When we tell the story of the exodus from Egypt, we often emphasize the heroic men—Moshe and Aharon, and gloss over the female heroes of the story, but the Torah goes out of its way to show the heroism of the women in the story.  Their heroism, which is mostly demonstrated in less public ways than that of the men in the story, and is largely focused in areas that are traditionally seen as women’s sphere—childbirth and child-rearing, is no less important or noteworthy than the more public heroism of the men.

Today we live in a world where women are able to occupy more and more roles that had in the past been the exclusive province of men. The progress towards equality of rights and of opportunity for women and men is undoubtedly a positive thing. However, we mustn’t make the mistake of thinking that the professional and communal roles have been traditionally occupied by men are somehow intrinsically superior to those that have been traditionally occupied by women, just because, out of our own biases, we have attached more praise and prestige to those roles.

Those women and men who choose to dedicate themselves to caring for and raising the next generation, whether in their own families or as professional educators and caregivers, are every bit as important, praiseworthy, and even heroic, as our most celebrated public figures.  Indeed, as the opening chapters of Shemot demonstrate, the survival and redemption of our people depend on them.

Rabbi Garth Silberstein

Parshat Vayechi

FRIDAY, December 29th

After the death of Yaakov, Yosef’s brothers, fearing that perhaps Yosef had only been kind to them for their father’s sake, send word to their powerful brother asking him to have mercy on them.  In their message to Yosef they refer to themselves as “the servants of the God of your father (עבדי א-לקי אביך),” defining themselves in religious terms as people who serve God. However, immediately afterwards they go to Yosef and say “behold, we are your slaves (הִנֶּ֥נּֽוּ לְךָ֖ לַעֲבָדִֽים),” using the same Hebrew word for servant or slave in both cases.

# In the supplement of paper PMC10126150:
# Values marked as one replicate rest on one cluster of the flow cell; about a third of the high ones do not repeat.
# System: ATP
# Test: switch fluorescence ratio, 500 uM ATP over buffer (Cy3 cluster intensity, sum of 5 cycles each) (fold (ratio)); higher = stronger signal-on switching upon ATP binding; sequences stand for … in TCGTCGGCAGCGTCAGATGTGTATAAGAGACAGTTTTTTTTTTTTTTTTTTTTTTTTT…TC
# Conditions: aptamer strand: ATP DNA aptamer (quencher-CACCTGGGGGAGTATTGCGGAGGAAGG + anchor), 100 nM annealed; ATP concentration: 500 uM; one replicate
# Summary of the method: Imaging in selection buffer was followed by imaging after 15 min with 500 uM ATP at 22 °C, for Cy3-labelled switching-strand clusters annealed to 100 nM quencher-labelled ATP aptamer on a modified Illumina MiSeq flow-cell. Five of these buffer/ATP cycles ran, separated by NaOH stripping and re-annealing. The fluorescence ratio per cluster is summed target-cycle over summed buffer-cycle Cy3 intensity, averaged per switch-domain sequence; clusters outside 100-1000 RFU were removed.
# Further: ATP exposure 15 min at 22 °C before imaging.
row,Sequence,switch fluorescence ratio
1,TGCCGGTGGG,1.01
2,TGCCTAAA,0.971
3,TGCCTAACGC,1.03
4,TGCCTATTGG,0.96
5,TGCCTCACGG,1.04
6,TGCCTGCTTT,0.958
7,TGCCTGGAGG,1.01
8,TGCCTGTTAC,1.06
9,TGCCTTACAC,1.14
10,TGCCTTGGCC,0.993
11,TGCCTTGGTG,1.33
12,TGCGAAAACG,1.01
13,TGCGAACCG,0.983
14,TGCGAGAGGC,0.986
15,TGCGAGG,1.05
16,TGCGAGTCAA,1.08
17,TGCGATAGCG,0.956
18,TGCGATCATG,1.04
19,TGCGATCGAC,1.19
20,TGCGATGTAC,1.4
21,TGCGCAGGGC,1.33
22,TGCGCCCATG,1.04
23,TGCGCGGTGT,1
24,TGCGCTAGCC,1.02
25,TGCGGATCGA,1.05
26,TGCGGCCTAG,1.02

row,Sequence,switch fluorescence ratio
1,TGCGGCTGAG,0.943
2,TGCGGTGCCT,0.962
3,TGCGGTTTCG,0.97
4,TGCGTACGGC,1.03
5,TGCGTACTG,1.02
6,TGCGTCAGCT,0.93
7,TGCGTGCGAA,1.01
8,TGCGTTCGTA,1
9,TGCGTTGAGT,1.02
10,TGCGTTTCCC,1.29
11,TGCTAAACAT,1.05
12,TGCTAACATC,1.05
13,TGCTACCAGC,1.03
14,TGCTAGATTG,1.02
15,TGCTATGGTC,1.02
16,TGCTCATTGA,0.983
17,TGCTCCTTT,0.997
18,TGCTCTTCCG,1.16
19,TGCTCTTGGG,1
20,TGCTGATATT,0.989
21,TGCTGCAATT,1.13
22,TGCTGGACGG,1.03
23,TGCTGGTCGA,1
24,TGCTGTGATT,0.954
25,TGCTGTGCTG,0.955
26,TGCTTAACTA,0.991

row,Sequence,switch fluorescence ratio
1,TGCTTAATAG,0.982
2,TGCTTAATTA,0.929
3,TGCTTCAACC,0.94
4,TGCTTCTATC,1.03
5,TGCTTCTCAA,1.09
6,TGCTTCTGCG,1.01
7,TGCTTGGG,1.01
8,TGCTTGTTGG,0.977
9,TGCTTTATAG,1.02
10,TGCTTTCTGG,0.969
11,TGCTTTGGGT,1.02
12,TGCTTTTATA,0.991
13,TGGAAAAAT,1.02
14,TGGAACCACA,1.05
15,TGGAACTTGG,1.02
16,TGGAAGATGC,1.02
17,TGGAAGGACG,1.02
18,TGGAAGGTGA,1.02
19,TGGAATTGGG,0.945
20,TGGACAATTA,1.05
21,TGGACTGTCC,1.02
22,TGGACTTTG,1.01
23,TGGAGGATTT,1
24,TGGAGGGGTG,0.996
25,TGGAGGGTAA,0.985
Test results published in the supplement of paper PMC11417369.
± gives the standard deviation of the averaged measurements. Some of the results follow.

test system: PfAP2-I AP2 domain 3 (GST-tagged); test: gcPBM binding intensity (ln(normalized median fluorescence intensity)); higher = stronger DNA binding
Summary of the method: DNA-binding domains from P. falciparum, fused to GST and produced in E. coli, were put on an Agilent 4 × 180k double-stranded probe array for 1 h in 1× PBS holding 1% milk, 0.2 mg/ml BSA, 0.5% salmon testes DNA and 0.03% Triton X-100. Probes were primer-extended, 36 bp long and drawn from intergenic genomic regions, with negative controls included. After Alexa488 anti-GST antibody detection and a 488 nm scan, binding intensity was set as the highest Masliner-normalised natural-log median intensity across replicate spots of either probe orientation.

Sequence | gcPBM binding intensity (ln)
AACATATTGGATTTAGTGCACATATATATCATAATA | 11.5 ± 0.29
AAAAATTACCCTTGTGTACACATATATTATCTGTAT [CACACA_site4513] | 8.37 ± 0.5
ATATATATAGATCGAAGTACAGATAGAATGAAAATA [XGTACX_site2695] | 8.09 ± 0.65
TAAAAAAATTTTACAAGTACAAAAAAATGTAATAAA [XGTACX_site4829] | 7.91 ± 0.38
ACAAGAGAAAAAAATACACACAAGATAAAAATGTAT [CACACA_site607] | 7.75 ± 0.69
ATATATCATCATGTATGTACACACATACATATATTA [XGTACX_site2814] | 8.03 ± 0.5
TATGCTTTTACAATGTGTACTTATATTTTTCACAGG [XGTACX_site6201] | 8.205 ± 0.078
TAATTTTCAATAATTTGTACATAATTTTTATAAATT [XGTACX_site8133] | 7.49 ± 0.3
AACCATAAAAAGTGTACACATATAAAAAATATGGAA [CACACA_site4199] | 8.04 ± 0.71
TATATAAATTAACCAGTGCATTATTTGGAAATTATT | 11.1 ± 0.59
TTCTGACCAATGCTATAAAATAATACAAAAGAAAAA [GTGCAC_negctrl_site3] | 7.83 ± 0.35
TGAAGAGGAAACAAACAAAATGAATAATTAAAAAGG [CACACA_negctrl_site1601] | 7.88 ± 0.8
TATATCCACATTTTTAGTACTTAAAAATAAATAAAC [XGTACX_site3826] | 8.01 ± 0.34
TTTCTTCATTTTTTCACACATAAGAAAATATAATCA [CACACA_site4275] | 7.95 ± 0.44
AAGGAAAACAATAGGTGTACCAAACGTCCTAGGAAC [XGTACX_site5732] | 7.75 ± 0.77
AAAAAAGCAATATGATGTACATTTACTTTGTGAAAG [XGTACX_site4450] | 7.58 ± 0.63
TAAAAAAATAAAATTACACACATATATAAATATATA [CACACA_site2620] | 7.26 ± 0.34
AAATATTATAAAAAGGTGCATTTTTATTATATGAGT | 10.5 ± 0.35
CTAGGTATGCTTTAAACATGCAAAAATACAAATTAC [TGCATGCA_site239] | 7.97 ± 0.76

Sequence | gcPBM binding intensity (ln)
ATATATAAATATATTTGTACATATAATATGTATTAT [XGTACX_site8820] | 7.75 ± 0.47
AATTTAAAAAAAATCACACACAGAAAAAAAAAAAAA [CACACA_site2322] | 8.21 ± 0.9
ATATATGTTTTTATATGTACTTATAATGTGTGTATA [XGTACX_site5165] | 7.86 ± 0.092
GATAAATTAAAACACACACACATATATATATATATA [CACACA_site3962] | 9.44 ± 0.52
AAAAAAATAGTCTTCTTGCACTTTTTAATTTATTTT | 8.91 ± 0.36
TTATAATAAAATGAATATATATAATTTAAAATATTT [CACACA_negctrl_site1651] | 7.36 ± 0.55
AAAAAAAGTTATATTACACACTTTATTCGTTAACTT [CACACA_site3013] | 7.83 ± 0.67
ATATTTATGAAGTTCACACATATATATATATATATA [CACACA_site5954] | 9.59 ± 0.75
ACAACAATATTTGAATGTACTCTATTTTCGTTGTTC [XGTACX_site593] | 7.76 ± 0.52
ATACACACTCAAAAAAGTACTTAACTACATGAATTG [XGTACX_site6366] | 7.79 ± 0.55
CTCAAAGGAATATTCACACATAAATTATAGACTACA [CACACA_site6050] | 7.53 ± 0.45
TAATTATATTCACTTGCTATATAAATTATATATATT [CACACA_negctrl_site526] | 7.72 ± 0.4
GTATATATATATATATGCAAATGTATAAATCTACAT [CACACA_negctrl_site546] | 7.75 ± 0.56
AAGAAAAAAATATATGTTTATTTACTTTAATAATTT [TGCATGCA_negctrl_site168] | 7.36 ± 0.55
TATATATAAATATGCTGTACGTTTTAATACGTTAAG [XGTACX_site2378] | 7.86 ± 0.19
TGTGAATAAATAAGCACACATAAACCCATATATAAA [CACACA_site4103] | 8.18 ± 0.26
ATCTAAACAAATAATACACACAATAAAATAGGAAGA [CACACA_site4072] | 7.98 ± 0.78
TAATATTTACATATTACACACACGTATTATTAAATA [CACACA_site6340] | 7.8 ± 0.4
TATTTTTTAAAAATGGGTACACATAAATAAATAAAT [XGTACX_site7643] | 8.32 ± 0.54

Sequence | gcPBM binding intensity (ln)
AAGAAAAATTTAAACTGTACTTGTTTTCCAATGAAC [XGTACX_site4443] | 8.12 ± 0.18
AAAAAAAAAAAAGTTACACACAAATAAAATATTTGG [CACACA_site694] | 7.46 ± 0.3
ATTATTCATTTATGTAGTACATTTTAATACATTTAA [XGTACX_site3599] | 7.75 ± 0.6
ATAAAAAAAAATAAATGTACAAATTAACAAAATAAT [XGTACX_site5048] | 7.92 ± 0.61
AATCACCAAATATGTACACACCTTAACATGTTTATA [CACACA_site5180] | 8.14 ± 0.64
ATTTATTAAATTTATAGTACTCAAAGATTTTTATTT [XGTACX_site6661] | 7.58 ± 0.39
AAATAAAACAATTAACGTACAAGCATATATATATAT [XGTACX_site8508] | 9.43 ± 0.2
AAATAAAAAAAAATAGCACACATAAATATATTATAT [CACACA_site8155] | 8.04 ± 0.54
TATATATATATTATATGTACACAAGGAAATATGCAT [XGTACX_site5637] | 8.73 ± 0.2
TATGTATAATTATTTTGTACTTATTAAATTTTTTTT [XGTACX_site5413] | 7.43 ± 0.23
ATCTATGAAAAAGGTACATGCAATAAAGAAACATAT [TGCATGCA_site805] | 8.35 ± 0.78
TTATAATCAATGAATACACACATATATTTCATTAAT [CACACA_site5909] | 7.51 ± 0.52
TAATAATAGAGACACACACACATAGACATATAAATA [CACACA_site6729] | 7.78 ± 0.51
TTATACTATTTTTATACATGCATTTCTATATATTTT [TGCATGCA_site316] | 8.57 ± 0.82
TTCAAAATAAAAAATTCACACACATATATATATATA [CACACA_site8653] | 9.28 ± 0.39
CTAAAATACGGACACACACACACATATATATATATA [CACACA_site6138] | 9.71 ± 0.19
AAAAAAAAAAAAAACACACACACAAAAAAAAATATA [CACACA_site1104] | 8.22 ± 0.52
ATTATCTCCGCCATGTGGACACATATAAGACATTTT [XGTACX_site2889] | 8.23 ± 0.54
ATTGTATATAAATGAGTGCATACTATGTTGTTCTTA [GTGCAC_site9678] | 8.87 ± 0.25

Which is it?  Are they servants of God or are they servants of Yosef?  Yosef responds to his brothers by asking rhetorically “Am I in place of God?” While this would appear on the surface to be a disavowal of the right to judge, this phrasing perhaps contains a subtle rebuke of his brothers for promising to be his slaves when their loyalty rightly belongs to God.

I would like to suggest that the brothers’ declaration that they will serve Yosef as slaves is no mere foreshadowing.  Even if this declaration didn’t by itself make the brothers into slaves, it showed not only Yosef but also Egypt that they were willing to live as slaves, thus paving the way for the oppression to come. The enslavement in Egypt was at least in part both a natural consequence and a fitting punishment for our ancestors’ willingness to substitute a human master (their brother Yosef) for God.  By offering themselves as slaves to Yosef in the hopes that he would protect them, the brothers were buying security at the price of their freedom, substituting subjugation to human rulers for the service of God.